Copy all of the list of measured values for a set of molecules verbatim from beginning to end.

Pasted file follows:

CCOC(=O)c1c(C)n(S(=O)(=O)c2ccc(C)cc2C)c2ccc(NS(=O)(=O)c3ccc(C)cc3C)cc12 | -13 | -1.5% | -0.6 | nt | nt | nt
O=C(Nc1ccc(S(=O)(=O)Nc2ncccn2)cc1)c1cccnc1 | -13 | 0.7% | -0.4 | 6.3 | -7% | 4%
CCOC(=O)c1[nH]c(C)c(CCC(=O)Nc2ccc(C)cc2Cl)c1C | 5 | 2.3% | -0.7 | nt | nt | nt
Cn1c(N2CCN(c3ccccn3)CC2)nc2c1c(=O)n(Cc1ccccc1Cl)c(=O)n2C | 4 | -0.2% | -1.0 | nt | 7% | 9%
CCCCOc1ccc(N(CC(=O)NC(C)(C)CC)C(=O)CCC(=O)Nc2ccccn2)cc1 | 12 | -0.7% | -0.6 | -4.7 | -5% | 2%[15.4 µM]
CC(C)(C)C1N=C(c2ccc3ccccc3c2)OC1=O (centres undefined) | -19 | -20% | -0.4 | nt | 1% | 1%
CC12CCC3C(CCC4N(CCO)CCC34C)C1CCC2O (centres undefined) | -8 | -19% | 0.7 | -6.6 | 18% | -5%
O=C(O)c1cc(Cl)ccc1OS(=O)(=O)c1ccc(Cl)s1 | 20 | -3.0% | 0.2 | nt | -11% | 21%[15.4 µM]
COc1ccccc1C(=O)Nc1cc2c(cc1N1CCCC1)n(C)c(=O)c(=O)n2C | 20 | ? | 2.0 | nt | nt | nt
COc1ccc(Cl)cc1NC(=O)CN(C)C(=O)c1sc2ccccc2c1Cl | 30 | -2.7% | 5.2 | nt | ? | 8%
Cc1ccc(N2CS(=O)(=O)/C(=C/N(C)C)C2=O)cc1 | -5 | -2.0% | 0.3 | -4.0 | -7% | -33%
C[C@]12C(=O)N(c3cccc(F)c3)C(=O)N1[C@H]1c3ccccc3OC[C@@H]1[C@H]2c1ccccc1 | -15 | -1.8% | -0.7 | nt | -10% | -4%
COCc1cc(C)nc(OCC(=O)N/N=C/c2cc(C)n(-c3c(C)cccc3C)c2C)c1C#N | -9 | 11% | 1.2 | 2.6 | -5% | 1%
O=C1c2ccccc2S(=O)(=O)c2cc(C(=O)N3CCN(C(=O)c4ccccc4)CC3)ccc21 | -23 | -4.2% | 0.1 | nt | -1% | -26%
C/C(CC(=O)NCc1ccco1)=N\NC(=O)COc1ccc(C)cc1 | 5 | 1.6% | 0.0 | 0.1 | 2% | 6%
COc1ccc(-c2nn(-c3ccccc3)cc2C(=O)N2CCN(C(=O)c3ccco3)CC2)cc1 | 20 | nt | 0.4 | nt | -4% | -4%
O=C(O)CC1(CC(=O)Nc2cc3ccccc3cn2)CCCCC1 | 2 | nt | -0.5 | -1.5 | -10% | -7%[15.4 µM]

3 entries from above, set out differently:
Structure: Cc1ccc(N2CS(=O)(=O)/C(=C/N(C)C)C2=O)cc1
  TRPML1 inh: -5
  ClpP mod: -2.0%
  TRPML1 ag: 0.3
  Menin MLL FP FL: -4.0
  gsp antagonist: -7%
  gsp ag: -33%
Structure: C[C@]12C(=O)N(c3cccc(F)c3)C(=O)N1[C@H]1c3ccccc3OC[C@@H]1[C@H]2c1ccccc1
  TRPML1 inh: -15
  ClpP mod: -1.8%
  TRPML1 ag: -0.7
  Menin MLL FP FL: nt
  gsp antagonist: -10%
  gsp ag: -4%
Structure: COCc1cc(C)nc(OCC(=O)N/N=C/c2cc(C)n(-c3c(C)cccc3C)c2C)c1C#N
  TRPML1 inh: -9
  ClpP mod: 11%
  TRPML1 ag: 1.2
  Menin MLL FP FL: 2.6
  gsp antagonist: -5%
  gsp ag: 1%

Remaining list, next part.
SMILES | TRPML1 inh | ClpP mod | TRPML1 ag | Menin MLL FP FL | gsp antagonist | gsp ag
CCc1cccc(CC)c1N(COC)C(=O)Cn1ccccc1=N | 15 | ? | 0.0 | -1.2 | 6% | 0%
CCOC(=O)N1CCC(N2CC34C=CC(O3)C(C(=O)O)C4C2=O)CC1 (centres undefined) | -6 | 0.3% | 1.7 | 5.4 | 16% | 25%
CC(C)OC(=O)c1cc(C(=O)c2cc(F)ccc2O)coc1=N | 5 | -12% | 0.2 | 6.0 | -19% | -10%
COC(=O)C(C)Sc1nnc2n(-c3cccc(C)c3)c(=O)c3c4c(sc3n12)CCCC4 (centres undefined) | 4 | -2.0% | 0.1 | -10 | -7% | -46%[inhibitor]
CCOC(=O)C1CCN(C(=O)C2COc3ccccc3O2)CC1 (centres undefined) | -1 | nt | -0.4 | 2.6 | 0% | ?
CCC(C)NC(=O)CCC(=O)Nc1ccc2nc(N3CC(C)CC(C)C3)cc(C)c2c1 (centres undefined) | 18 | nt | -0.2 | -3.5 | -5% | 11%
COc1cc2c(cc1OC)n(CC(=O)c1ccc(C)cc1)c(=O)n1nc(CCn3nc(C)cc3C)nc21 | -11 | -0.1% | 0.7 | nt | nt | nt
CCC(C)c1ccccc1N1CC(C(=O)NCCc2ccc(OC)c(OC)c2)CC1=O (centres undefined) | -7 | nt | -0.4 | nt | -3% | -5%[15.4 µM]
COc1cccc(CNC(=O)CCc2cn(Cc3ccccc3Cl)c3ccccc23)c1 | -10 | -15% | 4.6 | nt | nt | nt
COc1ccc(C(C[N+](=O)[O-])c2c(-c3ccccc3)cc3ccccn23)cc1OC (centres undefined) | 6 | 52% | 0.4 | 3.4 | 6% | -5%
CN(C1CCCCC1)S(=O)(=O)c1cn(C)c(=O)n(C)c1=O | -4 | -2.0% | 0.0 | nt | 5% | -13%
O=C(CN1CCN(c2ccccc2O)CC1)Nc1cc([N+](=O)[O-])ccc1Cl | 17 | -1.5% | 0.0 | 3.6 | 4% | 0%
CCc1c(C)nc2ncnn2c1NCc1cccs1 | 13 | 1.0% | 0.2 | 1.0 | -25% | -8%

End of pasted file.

CCOC(=O)c1c(C)n(S(=O)(=O)c2ccc(C)cc2C)c2ccc(NS(=O)(=O)c3ccc(C)cc3C)cc12 | -13 | -1.5% | -0.6 | nt | nt | nt
O=C(Nc1ccc(S(=O)(=O)Nc2ncccn2)cc1)c1cccnc1 | -13 | 0.7% | -0.4 | 6.3 | -7% | 4%
CCOC(=O)c1[nH]c(C)c(CCC(=O)Nc2ccc(C)cc2Cl)c1C | 5 | 2.3% | -0.7 | nt | nt | nt
Cn1c(N2CCN(c3ccccn3)CC2)nc2c1c(=O)n(Cc1ccccc1Cl)c(=O)n2C | 4 | -0.2% | -1.0 | nt | 7% | 9%
CCCCOc1ccc(N(CC(=O)NC(C)(C)CC)C(=O)CCC(=O)Nc2ccccn2)cc1 | 12 | -0.7% | -0.6 | -4.7 | -5% | 2%[15.4 µM]
CC(C)(C)C1N=C(c2ccc3ccccc3c2)OC1=O (centres undefined) | -19 | -20% | -0.4 | nt | 1% | 1%
CC12CCC3C(CCC4N(CCO)CCC34C)C1CCC2O (centres undefined) | -8 | -19% | 0.7 | -6.6 | 18% | -5%
O=C(O)c1cc(Cl)ccc1OS(=O)(=O)c1ccc(Cl)s1 | 20 | -3.0% | 0.2 | nt | -11% | 21%[15.4 µM]
COc1ccccc1C(=O)Nc1cc2c(cc1N1CCCC1)n(C)c(=O)c(=O)n2C | 20 | ? | 2.0 | nt | nt | nt
COc1ccc(Cl)cc1NC(=O)CN(C)C(=O)c1sc2ccccc2c1Cl | 30 | -2.7% | 5.2 | nt | ? | 8%
Cc1ccc(N2CS(=O)(=O)/C(=C/N(C)C)C2=O)cc1 | -5 | -2.0% | 0.3 | -4.0 | -7% | -33%
C[C@]12C(=O)N(c3cccc(F)c3)C(=O)N1[C@H]1c3ccccc3OC[C@@H]1[C@H]2c1ccccc1 | -15 | -1.8% | -0.7 | nt | -10% | -4%
COCc1cc(C)nc(OCC(=O)N/N=C/c2cc(C)n(-c3c(C)cccc3C)c2C)c1C#N | -9 | 11% | 1.2 | 2.6 | -5% | 1%
O=C1c2ccccc2S(=O)(=O)c2cc(C(=O)N3CCN(C(=O)c4ccccc4)CC3)ccc21 | -23 | -4.2% | 0.1 | nt | -1% | -26%
C/C(CC(=O)NCc1ccco1)=N\NC(=O)COc1ccc(C)cc1 | 5 | 1.6% | 0.0 | 0.1 | 2% | 6%
COc1ccc(-c2nn(-c3ccccc3)cc2C(=O)N2CCN(C(=O)c3ccco3)CC2)cc1 | 20 | nt | 0.4 | nt | -4% | -4%
O=C(O)CC1(CC(=O)Nc2cc3ccccc3cn2)CCCCC1 | 2 | nt | -0.5 | -1.5 | -10% | -7%[15.4 µM]

3 entries from above, set out differently:
Structure: Cc1ccc(N2CS(=O)(=O)/C(=C/N(C)C)C2=O)cc1
  TRPML1 inh: -5
  ClpP mod: -2.0%
  TRPML1 ag: 0.3
  Menin MLL FP FL: -4.0
  gsp antagonist: -7%
  gsp ag: -33%
Structure: C[C@]12C(=O)N(c3cccc(F)c3)C(=O)N1[C@H]1c3ccccc3OC[C@@H]1[C@H]2c1ccccc1
  TRPML1 inh: -15
  ClpP mod: -1.8%
  TRPML1 ag: -0.7
  Menin MLL FP FL: nt
  gsp antagonist: -10%
  gsp ag: -4%
Structure: COCc1cc(C)nc(OCC(=O)N/N=C/c2cc(C)n(-c3c(C)cccc3C)c2C)c1C#N
  TRPML1 inh: -9
  ClpP mod: 11%
  TRPML1 ag: 1.2
  Menin MLL FP FL: 2.6
  gsp antagonist: -5%
  gsp ag: 1%

Remaining list, next part.
SMILES | TRPML1 inh | ClpP mod | TRPML1 ag | Menin MLL FP FL | gsp antagonist | gsp ag
CCc1cccc(CC)c1N(COC)C(=O)Cn1ccccc1=N | 15 | ? | 0.0 | -1.2 | 6% | 0%
CCOC(=O)N1CCC(N2CC34C=CC(O3)C(C(=O)O)C4C2=O)CC1 (centres undefined) | -6 | 0.3% | 1.7 | 5.4 | 16% | 25%
CC(C)OC(=O)c1cc(C(=O)c2cc(F)ccc2O)coc1=N | 5 | -12% | 0.2 | 6.0 | -19% | -10%
COC(=O)C(C)Sc1nnc2n(-c3cccc(C)c3)c(=O)c3c4c(sc3n12)CCCC4 (centres undefined) | 4 | -2.0% | 0.1 | -10 | -7% | -46%[inhibitor]
CCOC(=O)C1CCN(C(=O)C2COc3ccccc3O2)CC1 (centres undefined) | -1 | nt | -0.4 | 2.6 | 0% | ?
CCC(C)NC(=O)CCC(=O)Nc1ccc2nc(N3CC(C)CC(C)C3)cc(C)c2c1 (centres undefined) | 18 | nt | -0.2 | -3.5 | -5% | 11%
COc1cc2c(cc1OC)n(CC(=O)c1ccc(C)cc1)c(=O)n1nc(CCn3nc(C)cc3C)nc21 | -11 | -0.1% | 0.7 | nt | nt | nt
CCC(C)c1ccccc1N1CC(C(=O)NCCc2ccc(OC)c(OC)c2)CC1=O (centres undefined) | -7 | nt | -0.4 | nt | -3% | -5%[15.4 µM]
COc1cccc(CNC(=O)CCc2cn(Cc3ccccc3Cl)c3ccccc23)c1 | -10 | -15% | 4.6 | nt | nt | nt
COc1ccc(C(C[N+](=O)[O-])c2c(-c3ccccc3)cc3ccccn23)cc1OC (centres undefined) | 6 | 52% | 0.4 | 3.4 | 6% | -5%
CN(C1CCCCC1)S(=O)(=O)c1cn(C)c(=O)n(C)c1=O | -4 | -2.0% | 0.0 | nt | 5% | -13%
O=C(CN1CCN(c2ccccc2O)CC1)Nc1cc([N+](=O)[O-])ccc1Cl | 17 | -1.5% | 0.0 | 3.6 | 4% | 0%
CCc1c(C)nc2ncnn2c1NCc1cccs1 | 13 | 1.0% | 0.2 | 1.0 | -25% | -8%